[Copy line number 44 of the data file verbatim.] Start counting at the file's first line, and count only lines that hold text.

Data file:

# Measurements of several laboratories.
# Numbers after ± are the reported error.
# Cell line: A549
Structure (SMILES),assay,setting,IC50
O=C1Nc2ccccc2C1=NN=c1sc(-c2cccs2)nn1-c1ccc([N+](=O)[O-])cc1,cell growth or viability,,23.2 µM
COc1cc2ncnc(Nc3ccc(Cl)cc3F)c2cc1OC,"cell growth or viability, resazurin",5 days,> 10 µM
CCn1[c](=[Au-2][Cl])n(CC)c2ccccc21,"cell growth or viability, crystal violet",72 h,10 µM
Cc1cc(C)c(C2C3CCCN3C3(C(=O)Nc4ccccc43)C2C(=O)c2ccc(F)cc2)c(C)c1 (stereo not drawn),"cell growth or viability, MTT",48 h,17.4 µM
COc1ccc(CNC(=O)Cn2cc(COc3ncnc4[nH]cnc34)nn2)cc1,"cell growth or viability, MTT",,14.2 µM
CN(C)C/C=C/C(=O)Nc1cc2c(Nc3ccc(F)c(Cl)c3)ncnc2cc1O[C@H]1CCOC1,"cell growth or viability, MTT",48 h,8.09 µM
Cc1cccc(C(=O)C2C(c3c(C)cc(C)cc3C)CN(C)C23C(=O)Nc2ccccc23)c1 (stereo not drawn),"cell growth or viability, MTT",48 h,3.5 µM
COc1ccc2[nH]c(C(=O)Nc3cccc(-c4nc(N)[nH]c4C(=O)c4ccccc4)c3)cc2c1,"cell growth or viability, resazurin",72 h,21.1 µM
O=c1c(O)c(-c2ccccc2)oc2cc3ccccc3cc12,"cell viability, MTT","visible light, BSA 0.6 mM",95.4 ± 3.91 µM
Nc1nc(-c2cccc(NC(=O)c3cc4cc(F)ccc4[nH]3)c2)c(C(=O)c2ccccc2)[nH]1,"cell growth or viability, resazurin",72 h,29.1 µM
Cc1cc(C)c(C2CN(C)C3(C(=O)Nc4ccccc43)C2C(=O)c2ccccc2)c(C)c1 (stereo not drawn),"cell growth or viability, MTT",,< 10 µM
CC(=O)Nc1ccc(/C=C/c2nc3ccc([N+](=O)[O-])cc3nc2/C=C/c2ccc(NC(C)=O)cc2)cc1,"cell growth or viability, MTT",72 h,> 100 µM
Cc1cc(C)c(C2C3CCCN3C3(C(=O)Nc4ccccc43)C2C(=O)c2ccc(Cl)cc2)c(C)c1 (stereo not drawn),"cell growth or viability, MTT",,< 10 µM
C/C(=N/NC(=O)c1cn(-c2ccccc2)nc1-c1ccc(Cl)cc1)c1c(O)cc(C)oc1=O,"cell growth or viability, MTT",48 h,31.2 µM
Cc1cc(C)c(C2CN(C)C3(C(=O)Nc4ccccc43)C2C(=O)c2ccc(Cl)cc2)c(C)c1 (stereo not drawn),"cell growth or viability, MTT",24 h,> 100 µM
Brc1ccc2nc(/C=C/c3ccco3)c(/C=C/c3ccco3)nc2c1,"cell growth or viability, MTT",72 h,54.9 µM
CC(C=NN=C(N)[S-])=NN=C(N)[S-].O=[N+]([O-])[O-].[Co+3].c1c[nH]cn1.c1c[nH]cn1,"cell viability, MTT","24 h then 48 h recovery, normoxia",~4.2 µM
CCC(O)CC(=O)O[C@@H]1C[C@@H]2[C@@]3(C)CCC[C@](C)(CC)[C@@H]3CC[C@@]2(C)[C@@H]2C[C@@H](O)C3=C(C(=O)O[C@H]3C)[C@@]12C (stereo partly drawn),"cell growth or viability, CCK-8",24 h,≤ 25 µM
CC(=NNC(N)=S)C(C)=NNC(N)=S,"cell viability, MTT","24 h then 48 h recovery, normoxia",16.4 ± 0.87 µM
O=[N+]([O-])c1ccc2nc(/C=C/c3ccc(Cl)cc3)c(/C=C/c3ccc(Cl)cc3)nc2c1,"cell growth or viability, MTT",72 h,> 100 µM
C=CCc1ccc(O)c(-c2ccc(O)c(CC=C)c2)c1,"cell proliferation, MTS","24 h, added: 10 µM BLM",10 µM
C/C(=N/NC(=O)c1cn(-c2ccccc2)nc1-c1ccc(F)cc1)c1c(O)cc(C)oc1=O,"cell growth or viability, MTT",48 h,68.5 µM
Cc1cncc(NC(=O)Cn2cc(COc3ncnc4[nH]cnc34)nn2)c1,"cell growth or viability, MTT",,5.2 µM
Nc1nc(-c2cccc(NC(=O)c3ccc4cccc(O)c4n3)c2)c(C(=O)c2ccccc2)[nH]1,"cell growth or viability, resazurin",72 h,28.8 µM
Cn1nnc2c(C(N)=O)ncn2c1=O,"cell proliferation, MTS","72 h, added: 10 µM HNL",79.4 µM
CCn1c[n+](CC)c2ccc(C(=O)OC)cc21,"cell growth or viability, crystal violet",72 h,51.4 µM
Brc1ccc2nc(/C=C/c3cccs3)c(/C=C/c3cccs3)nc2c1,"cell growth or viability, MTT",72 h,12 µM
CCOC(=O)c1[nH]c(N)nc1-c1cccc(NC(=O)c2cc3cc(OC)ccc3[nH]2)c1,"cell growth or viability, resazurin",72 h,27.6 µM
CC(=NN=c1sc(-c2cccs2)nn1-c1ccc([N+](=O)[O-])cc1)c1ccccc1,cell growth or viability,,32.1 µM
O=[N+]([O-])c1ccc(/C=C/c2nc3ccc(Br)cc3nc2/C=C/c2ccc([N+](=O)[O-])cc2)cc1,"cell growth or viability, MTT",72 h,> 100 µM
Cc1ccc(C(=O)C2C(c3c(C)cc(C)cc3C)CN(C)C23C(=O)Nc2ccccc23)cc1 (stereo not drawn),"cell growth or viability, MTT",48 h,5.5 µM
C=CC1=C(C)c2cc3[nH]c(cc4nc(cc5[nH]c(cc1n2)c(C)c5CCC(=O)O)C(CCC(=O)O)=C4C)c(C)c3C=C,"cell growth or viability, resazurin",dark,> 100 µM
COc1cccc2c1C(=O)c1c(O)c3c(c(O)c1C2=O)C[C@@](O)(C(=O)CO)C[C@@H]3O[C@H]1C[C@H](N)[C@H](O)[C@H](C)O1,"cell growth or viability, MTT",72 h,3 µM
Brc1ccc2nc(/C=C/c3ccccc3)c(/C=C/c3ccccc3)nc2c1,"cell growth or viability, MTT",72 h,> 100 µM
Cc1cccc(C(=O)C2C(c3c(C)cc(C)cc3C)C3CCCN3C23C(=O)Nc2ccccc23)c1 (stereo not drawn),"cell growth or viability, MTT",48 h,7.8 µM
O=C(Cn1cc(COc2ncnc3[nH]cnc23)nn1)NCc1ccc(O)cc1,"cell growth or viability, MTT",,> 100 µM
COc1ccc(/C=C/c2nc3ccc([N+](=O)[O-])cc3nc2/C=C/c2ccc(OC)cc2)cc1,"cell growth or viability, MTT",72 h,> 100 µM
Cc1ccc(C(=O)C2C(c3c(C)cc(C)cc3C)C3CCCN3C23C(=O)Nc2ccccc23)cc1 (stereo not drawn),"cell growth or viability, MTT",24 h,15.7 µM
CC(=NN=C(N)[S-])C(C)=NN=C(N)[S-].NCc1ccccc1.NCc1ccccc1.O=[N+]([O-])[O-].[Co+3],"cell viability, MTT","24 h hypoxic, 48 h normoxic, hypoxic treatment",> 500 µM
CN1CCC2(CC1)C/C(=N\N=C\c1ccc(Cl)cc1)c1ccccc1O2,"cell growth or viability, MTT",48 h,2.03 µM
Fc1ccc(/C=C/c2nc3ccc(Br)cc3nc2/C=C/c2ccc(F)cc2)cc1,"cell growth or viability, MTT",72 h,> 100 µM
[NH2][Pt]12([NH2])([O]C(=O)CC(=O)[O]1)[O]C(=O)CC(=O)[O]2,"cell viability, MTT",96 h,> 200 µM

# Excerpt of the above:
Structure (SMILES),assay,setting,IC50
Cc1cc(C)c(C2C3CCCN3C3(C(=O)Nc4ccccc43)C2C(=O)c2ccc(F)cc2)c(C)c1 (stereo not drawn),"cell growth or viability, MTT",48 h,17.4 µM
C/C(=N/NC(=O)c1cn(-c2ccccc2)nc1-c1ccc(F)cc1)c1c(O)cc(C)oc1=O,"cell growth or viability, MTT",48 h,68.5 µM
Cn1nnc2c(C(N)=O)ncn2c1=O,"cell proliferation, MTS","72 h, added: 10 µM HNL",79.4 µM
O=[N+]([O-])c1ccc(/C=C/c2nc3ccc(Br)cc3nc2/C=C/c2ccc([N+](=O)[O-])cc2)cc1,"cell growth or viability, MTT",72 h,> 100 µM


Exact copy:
CN1CCC2(CC1)C/C(=N\N=C\c1ccc(Cl)cc1)c1ccccc1O2,"cell growth or viability, MTT",48 h,2.03 µM